NAIROBI, Kenya, Feb 9 – A day before Parliament takes a crucial vote on a Bill seeking to entrench the formation of a Special Tribunal in the constitution, pressure mounted on the government to withdraw the contentious law, which was already facing opposition from Members of Parliament.,
Constitutional lawyers and members of the civil society agreed that the divisive Bill had numerous flaws that could result in a constitutional crisis and frustrate operations of the Special Tribunal.
“The Kenyan Constitution has a most important clause there… section 3, which declares it is the Constitution which shall prevail and any other law will – to the extent of the inconsistency – be deemed null and void. It is the most important law,” constitutional lawyer Paul Muite argued.
He said the Constitution Amendment Bill 2009 in its current form contravened the original laws of the land and required at least six key amendments which had been proposed by the Law Society of Kenya.
But Mr Muite said the proposed law was faulty by seeking to take care of many clauses which are in collision with the constitution by simply declaring ‘the Special Tribunal will not be working in contravention with the constitution.’
For instance if one was to use the Constitution for reference, they would argue that it gives the President the sole power to appoint judges, but another would use the law on the Special Tribunal for reference and say the President cannot make that decision alone but must consult the Prime Minister.
Another example: If the Constitution Amendment Bill 2009 is passed in the current form, the powers of the Attorney General would also be in dispute. One could argue that under the Constitution that the power to begin and terminate cases rests with the Attorney General whereas another could argue based on the Special Tribunal the mandate rests with a Special Prosecutor.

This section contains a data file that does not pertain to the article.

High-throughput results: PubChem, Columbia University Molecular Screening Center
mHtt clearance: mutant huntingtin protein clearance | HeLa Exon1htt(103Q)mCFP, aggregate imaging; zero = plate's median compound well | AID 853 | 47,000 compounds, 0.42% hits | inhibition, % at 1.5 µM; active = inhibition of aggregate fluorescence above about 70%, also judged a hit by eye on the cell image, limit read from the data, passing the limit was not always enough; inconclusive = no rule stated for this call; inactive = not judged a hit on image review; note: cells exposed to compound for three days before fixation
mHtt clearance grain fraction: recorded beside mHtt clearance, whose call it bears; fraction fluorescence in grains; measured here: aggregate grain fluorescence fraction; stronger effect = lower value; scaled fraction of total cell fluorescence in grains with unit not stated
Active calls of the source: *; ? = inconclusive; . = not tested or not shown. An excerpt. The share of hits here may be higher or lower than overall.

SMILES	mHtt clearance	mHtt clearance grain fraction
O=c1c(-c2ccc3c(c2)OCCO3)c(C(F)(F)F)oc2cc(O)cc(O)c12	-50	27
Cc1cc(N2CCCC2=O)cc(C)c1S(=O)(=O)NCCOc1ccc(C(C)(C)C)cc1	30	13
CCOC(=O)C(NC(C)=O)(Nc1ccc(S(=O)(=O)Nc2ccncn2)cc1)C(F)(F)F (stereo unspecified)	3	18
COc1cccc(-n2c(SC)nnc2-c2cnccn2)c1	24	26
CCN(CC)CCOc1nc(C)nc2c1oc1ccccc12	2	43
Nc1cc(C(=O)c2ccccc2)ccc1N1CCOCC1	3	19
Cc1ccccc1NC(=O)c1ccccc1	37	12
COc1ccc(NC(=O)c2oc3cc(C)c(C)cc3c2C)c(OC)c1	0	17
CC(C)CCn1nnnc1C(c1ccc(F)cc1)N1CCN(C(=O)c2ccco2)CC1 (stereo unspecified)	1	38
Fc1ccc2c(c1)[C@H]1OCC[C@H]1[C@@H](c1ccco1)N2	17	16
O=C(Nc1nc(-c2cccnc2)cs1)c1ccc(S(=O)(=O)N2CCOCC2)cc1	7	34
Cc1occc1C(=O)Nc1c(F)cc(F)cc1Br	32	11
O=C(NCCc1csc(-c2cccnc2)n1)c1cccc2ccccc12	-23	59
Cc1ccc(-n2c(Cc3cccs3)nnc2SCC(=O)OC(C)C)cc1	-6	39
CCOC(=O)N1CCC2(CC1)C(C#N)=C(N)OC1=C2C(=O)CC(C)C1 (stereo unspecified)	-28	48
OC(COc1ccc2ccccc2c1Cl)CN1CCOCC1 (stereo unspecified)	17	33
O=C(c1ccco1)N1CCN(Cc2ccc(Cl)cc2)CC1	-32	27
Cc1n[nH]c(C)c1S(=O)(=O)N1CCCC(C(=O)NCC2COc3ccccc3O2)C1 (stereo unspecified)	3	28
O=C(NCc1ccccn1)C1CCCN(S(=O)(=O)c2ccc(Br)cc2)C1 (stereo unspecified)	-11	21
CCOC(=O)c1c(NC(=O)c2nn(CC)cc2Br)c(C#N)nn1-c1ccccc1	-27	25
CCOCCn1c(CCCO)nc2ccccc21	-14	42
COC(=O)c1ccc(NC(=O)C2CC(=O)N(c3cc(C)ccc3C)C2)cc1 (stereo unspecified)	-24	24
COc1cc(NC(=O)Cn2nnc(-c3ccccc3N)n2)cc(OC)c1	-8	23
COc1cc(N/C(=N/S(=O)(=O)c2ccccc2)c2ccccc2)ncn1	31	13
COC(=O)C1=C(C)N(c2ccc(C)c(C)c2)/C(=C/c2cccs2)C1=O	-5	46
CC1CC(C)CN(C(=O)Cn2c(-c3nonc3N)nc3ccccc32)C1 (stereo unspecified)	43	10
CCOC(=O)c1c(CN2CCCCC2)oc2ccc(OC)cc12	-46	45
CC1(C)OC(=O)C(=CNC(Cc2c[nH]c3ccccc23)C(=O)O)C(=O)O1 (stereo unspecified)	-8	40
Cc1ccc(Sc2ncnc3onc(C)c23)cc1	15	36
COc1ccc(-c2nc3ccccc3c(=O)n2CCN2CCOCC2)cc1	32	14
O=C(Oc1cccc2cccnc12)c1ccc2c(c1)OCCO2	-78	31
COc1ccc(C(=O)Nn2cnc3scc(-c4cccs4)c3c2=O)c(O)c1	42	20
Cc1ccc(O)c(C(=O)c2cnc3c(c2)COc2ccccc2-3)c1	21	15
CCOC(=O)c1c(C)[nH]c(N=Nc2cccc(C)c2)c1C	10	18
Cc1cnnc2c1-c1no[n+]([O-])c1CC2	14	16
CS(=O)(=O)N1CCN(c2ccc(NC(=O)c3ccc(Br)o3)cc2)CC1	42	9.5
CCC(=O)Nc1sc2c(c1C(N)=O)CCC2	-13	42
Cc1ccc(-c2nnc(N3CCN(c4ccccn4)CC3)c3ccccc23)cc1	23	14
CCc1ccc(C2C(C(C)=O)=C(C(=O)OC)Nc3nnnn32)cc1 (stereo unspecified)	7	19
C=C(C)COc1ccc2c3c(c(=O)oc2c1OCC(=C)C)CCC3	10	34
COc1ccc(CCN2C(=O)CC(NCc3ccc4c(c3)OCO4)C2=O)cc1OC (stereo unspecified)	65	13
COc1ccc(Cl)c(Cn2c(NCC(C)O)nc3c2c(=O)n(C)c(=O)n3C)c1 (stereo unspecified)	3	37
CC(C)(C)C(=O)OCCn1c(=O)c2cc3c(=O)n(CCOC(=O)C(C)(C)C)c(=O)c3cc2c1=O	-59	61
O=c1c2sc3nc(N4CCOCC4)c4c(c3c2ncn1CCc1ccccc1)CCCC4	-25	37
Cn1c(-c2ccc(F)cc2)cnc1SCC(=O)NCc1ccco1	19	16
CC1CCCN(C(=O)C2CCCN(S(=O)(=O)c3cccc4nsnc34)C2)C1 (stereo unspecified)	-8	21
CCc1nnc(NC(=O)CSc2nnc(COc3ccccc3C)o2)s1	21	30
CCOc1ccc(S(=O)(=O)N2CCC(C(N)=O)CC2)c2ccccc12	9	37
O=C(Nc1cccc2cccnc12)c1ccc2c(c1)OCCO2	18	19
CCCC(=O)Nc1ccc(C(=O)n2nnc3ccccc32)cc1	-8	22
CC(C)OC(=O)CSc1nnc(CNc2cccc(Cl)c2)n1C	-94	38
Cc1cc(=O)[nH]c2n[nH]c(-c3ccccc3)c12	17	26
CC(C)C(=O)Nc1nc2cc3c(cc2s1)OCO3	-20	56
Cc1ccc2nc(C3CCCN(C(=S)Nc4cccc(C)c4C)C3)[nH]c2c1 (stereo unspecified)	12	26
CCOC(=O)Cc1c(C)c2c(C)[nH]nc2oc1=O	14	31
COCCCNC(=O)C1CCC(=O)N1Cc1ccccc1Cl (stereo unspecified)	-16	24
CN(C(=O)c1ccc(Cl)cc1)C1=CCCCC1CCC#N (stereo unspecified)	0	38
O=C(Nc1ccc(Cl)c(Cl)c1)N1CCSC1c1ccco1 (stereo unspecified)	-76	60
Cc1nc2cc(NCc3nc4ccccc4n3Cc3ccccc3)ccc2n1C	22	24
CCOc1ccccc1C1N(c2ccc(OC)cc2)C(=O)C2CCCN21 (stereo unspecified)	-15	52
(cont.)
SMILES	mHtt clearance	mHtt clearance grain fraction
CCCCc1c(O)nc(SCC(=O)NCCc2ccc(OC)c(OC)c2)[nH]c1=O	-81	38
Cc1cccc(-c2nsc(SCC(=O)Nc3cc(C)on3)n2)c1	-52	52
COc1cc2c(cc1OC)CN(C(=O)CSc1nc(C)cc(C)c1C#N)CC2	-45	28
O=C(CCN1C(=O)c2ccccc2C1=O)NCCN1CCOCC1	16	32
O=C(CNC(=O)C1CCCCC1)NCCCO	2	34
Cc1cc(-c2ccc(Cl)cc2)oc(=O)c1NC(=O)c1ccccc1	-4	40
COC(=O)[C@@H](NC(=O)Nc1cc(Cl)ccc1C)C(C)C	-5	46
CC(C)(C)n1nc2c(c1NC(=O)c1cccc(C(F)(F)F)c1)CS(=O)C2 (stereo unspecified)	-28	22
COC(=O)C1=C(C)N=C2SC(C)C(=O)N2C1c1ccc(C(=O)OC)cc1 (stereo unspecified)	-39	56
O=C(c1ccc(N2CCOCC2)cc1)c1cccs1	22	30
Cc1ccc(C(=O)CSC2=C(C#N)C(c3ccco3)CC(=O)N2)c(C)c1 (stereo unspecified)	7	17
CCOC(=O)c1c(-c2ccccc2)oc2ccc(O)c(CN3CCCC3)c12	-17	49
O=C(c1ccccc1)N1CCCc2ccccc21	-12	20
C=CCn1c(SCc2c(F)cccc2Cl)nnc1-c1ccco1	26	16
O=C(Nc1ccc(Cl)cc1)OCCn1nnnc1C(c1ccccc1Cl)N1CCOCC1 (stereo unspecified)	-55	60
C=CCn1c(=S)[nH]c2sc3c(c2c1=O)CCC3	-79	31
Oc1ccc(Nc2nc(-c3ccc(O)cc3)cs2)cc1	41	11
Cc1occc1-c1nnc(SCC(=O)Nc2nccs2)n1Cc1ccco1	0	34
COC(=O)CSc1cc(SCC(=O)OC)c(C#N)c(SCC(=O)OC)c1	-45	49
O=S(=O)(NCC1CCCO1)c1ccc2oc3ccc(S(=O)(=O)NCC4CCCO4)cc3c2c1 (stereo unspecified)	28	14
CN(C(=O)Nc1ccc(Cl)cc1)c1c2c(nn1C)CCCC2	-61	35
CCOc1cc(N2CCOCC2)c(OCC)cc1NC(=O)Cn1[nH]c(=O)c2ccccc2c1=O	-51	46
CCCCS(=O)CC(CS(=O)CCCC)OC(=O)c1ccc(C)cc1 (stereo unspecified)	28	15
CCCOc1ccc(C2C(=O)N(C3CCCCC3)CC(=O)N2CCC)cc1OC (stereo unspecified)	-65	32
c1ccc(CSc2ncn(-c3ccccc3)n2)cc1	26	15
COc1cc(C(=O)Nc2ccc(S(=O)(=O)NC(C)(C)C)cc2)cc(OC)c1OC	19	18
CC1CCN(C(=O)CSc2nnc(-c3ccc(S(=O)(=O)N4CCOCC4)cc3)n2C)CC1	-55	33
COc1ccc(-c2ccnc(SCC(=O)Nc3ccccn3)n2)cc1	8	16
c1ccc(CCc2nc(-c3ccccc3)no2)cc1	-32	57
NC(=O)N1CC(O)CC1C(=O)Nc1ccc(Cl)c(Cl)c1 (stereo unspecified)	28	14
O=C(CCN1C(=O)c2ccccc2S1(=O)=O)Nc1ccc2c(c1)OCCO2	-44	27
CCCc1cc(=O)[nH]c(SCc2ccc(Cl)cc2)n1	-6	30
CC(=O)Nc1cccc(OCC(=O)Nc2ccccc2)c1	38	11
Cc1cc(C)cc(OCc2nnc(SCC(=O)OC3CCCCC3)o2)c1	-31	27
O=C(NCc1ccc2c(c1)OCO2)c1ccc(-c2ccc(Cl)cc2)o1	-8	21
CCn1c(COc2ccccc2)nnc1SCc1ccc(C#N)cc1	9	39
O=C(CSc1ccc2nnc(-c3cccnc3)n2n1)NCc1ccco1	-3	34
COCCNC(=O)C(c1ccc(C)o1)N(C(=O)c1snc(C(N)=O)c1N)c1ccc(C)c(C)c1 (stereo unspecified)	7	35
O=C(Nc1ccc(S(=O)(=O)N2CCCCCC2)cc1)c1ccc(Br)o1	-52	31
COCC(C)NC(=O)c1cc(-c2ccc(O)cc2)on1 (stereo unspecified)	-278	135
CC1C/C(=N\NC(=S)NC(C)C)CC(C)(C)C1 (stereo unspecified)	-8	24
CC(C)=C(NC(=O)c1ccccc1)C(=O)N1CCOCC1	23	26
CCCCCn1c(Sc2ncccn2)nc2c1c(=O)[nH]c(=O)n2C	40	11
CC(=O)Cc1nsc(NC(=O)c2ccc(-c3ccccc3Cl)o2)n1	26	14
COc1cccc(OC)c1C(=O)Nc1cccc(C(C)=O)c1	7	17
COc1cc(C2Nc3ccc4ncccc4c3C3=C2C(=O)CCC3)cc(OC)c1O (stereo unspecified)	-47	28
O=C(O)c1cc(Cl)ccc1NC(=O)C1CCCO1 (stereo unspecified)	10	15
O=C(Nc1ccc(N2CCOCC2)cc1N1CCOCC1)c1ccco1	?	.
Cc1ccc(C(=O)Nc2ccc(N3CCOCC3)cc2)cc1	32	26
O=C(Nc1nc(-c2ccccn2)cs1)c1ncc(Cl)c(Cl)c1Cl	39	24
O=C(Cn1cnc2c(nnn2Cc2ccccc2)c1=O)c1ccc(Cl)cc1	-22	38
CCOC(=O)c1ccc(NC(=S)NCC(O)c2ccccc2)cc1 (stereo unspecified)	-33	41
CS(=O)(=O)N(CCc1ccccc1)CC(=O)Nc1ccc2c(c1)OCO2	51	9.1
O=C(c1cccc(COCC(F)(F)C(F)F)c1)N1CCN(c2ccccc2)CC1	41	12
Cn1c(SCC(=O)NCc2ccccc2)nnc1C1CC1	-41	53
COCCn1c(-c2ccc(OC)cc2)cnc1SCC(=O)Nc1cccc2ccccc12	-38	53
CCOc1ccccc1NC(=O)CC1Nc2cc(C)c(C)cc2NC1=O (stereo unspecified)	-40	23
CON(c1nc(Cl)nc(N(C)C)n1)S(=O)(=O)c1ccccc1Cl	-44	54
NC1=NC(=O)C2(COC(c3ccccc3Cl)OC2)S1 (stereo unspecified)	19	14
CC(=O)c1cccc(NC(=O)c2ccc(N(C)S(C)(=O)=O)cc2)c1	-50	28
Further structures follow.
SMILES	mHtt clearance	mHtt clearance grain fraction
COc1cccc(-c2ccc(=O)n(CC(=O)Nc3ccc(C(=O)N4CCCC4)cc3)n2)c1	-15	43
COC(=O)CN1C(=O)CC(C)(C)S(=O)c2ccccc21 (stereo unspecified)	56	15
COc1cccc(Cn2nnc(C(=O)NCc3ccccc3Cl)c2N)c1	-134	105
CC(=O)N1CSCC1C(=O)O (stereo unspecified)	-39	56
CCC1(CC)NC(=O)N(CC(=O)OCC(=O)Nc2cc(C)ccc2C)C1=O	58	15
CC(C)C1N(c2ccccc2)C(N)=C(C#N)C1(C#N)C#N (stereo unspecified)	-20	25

Mr Muite now wants the Constitution Amendment Bill 2009 which is due for a vote in Parliament on Tuesday to be looked at afresh, to “amend those sections individually and separately.”
He spoke as the Federation of Women Lawyers-Kenya (FIDA) and the Muslim Human Rights Forum lent their support for a local tribunal, saying it would ensure that both the masterminds of the violence and petty offenders were all punished.
“The local tribunal comes straight out of the recommendations of the Waki Commission and is a key mechanism for addressing impunity in this country,” FIDA Executive Director Patricia Nyaundi told journalists at a news conference.
Ms Nyaundi said taking perpetrators of the violence to the International Criminal Court should only be considered once the prospects of establishing a local tribunal had totally failed.
“As Kenyans we must work to restore confidence in our institutions. Parliament must ensure that the tribunal has adequate constitutional protection thereby restoring public confidence in our judicial system.”
The International Commission of Jurists Senior Programmes Officer Priscilla Nyokabi on the other hand told Capital News that the Constitution Amendment Bill 2009 and the Special Tribunal for Kenya Bill (that actually sets up the tribunal) should be withdrawn to facilitate amendments that would strengthen the investigations to bring all those implicated to face the law.
She said: “The right thing will be to withdraw the Bills to re-write them strongly; put all those provisions like the victim/witness protection properly in the Bill, and also properly shield the tribunal from political interference.”
She said the appointment of the judges should not be entirely left upon the President and the Prime Minister but Parliament should be involved.
Ms Nyokabi said the local tribunal was better than The Hague since the process at the ICC was long and there was no assurance that Kenya would be a priority.
Also supporting the formation of a local tribunal was Muslim Human Rights Forum Director Al-Amin Kimathi, who stressed in an interview with Capital News that the option if the International Criminal Court was taken, cases would drag for a long period.
“The Special Tribunal can handle the second group of perpetrators and even the third, but the ICC can only prosecute very few of the top guns,” observed Mr Kimathi.
“We have also seen from the conduct of the ICC so far that we do not have many cases tried there… the process is rather long.”
Mr Kimathi however emphasised the need to strengthen the Bill seeking to establish the Special Tribunal.
“Let’s go back and re-write the legislation of the Special Tribunal. Let’s have a forum here that is constitutionally mandated,” he said and added: “Let’s have a Special Tribunal that addresses the gaps and the loopholes that we have identified so far.”